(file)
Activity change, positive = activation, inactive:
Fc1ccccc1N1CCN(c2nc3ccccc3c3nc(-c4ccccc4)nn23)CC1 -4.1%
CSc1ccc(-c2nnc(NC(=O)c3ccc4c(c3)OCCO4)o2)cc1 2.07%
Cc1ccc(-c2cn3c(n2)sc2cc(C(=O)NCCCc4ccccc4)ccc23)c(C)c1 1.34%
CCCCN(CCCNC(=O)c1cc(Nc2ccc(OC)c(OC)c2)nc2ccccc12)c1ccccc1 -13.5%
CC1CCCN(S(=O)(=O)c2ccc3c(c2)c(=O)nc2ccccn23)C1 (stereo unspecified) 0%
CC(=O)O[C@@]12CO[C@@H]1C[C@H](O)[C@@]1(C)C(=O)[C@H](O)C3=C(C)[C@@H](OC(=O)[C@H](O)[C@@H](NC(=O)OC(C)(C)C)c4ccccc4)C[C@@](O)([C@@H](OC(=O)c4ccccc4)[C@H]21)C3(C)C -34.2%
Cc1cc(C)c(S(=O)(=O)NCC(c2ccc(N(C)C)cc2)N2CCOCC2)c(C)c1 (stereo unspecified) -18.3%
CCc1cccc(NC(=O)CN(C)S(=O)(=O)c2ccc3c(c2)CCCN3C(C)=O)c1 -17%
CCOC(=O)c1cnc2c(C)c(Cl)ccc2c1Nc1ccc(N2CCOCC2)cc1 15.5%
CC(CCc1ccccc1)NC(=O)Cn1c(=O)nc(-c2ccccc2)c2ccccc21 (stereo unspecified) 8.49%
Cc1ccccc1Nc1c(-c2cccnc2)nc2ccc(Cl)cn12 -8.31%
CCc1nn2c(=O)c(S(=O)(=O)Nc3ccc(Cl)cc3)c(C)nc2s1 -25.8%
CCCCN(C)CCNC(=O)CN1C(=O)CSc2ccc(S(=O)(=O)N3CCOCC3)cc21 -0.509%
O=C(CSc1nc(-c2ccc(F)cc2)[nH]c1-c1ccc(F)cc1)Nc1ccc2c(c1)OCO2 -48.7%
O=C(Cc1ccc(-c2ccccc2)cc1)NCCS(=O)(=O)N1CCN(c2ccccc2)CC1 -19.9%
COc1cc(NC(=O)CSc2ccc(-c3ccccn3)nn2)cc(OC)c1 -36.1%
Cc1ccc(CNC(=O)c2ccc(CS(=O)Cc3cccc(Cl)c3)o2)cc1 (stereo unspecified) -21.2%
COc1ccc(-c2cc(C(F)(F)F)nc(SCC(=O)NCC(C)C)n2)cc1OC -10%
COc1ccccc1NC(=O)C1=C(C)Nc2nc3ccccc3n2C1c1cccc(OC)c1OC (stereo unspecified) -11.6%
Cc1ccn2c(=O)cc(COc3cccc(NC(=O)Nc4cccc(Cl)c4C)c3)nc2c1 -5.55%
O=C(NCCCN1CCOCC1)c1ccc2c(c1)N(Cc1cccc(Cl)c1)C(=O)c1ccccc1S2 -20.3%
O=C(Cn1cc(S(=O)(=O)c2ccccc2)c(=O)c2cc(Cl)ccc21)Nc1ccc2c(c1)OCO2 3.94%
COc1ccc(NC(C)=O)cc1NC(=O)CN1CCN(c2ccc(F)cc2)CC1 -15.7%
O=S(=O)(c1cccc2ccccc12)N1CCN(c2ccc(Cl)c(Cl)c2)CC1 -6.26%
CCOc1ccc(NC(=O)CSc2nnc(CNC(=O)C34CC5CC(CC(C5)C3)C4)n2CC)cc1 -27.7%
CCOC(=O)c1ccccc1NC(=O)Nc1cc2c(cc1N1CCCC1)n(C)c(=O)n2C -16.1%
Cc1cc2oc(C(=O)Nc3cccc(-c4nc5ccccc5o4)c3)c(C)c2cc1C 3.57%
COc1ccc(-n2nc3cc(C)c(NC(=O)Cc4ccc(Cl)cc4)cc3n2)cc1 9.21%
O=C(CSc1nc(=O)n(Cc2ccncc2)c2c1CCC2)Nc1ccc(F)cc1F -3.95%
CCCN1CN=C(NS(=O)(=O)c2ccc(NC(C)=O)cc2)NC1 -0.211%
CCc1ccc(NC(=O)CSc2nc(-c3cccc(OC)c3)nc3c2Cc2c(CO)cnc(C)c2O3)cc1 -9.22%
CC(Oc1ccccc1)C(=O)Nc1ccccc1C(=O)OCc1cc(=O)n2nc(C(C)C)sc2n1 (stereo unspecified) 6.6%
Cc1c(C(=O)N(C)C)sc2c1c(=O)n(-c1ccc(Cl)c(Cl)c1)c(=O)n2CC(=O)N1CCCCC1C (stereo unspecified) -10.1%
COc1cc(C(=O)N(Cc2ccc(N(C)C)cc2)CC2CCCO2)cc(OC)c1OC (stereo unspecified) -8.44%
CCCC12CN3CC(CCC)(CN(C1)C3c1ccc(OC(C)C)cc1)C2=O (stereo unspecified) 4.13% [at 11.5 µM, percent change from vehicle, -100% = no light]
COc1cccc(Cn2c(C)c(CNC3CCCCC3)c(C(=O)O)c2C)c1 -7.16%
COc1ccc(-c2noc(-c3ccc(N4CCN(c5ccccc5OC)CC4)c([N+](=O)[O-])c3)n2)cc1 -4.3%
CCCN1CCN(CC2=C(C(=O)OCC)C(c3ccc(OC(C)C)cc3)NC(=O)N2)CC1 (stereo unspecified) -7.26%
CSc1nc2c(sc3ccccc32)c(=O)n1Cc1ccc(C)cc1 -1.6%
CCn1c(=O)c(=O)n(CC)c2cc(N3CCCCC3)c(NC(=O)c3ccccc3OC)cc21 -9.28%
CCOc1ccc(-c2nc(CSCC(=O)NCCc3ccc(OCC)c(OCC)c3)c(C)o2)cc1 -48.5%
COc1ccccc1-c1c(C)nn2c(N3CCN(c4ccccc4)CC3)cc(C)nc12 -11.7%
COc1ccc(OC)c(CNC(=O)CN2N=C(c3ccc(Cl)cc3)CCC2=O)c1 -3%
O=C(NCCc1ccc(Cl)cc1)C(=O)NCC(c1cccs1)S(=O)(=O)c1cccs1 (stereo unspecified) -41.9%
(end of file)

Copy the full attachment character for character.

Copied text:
Activity change, positive = activation, inactive:
Fc1ccccc1N1CCN(c2nc3ccccc3c3nc(-c4ccccc4)nn23)CC1 -4.1%
CSc1ccc(-c2nnc(NC(=O)c3ccc4c(c3)OCCO4)o2)cc1 2.07%
Cc1ccc(-c2cn3c(n2)sc2cc(C(=O)NCCCc4ccccc4)ccc23)c(C)c1 1.34%
CCCCN(CCCNC(=O)c1cc(Nc2ccc(OC)c(OC)c2)nc2ccccc12)c1ccccc1 -13.5%
CC1CCCN(S(=O)(=O)c2ccc3c(c2)c(=O)nc2ccccn23)C1 (stereo unspecified) 0%
CC(=O)O[C@@]12CO[C@@H]1C[C@H](O)[C@@]1(C)C(=O)[C@H](O)C3=C(C)[C@@H](OC(=O)[C@H](O)[C@@H](NC(=O)OC(C)(C)C)c4ccccc4)C[C@@](O)([C@@H](OC(=O)c4ccccc4)[C@H]21)C3(C)C -34.2%
Cc1cc(C)c(S(=O)(=O)NCC(c2ccc(N(C)C)cc2)N2CCOCC2)c(C)c1 (stereo unspecified) -18.3%
CCc1cccc(NC(=O)CN(C)S(=O)(=O)c2ccc3c(c2)CCCN3C(C)=O)c1 -17%
CCOC(=O)c1cnc2c(C)c(Cl)ccc2c1Nc1ccc(N2CCOCC2)cc1 15.5%
CC(CCc1ccccc1)NC(=O)Cn1c(=O)nc(-c2ccccc2)c2ccccc21 (stereo unspecified) 8.49%
Cc1ccccc1Nc1c(-c2cccnc2)nc2ccc(Cl)cn12 -8.31%
CCc1nn2c(=O)c(S(=O)(=O)Nc3ccc(Cl)cc3)c(C)nc2s1 -25.8%
CCCCN(C)CCNC(=O)CN1C(=O)CSc2ccc(S(=O)(=O)N3CCOCC3)cc21 -0.509%
O=C(CSc1nc(-c2ccc(F)cc2)[nH]c1-c1ccc(F)cc1)Nc1ccc2c(c1)OCO2 -48.7%
O=C(Cc1ccc(-c2ccccc2)cc1)NCCS(=O)(=O)N1CCN(c2ccccc2)CC1 -19.9%
COc1cc(NC(=O)CSc2ccc(-c3ccccn3)nn2)cc(OC)c1 -36.1%
Cc1ccc(CNC(=O)c2ccc(CS(=O)Cc3cccc(Cl)c3)o2)cc1 (stereo unspecified) -21.2%
COc1ccc(-c2cc(C(F)(F)F)nc(SCC(=O)NCC(C)C)n2)cc1OC -10%
COc1ccccc1NC(=O)C1=C(C)Nc2nc3ccccc3n2C1c1cccc(OC)c1OC (stereo unspecified) -11.6%
Cc1ccn2c(=O)cc(COc3cccc(NC(=O)Nc4cccc(Cl)c4C)c3)nc2c1 -5.55%
O=C(NCCCN1CCOCC1)c1ccc2c(c1)N(Cc1cccc(Cl)c1)C(=O)c1ccccc1S2 -20.3%
O=C(Cn1cc(S(=O)(=O)c2ccccc2)c(=O)c2cc(Cl)ccc21)Nc1ccc2c(c1)OCO2 3.94%
COc1ccc(NC(C)=O)cc1NC(=O)CN1CCN(c2ccc(F)cc2)CC1 -15.7%
O=S(=O)(c1cccc2ccccc12)N1CCN(c2ccc(Cl)c(Cl)c2)CC1 -6.26%
CCOc1ccc(NC(=O)CSc2nnc(CNC(=O)C34CC5CC(CC(C5)C3)C4)n2CC)cc1 -27.7%
CCOC(=O)c1ccccc1NC(=O)Nc1cc2c(cc1N1CCCC1)n(C)c(=O)n2C -16.1%
Cc1cc2oc(C(=O)Nc3cccc(-c4nc5ccccc5o4)c3)c(C)c2cc1C 3.57%
COc1ccc(-n2nc3cc(C)c(NC(=O)Cc4ccc(Cl)cc4)cc3n2)cc1 9.21%
O=C(CSc1nc(=O)n(Cc2ccncc2)c2c1CCC2)Nc1ccc(F)cc1F -3.95%
CCCN1CN=C(NS(=O)(=O)c2ccc(NC(C)=O)cc2)NC1 -0.211%
CCc1ccc(NC(=O)CSc2nc(-c3cccc(OC)c3)nc3c2Cc2c(CO)cnc(C)c2O3)cc1 -9.22%
CC(Oc1ccccc1)C(=O)Nc1ccccc1C(=O)OCc1cc(=O)n2nc(C(C)C)sc2n1 (stereo unspecified) 6.6%
Cc1c(C(=O)N(C)C)sc2c1c(=O)n(-c1ccc(Cl)c(Cl)c1)c(=O)n2CC(=O)N1CCCCC1C (stereo unspecified) -10.1%
COc1cc(C(=O)N(Cc2ccc(N(C)C)cc2)CC2CCCO2)cc(OC)c1OC (stereo unspecified) -8.44%
CCCC12CN3CC(CCC)(CN(C1)C3c1ccc(OC(C)C)cc1)C2=O (stereo unspecified) 4.13% [at 11.5 µM, percent change from vehicle, -100% = no light]
COc1cccc(Cn2c(C)c(CNC3CCCCC3)c(C(=O)O)c2C)c1 -7.16%
COc1ccc(-c2noc(-c3ccc(N4CCN(c5ccccc5OC)CC4)c([N+](=O)[O-])c3)n2)cc1 -4.3%
CCCN1CCN(CC2=C(C(=O)OCC)C(c3ccc(OC(C)C)cc3)NC(=O)N2)CC1 (stereo unspecified) -7.26%
CSc1nc2c(sc3ccccc32)c(=O)n1Cc1ccc(C)cc1 -1.6%
CCn1c(=O)c(=O)n(CC)c2cc(N3CCCCC3)c(NC(=O)c3ccccc3OC)cc21 -9.28%
CCOc1ccc(-c2nc(CSCC(=O)NCCc3ccc(OCC)c(OCC)c3)c(C)o2)cc1 -48.5%
COc1ccccc1-c1c(C)nn2c(N3CCN(c4ccccc4)CC3)cc(C)nc12 -11.7%
COc1ccc(OC)c(CNC(=O)CN2N=C(c3ccc(Cl)cc3)CCC2=O)c1 -3%
O=C(NCCc1ccc(Cl)cc1)C(=O)NCC(c1cccs1)S(=O)(=O)c1cccs1 (stereo unspecified) -41.9%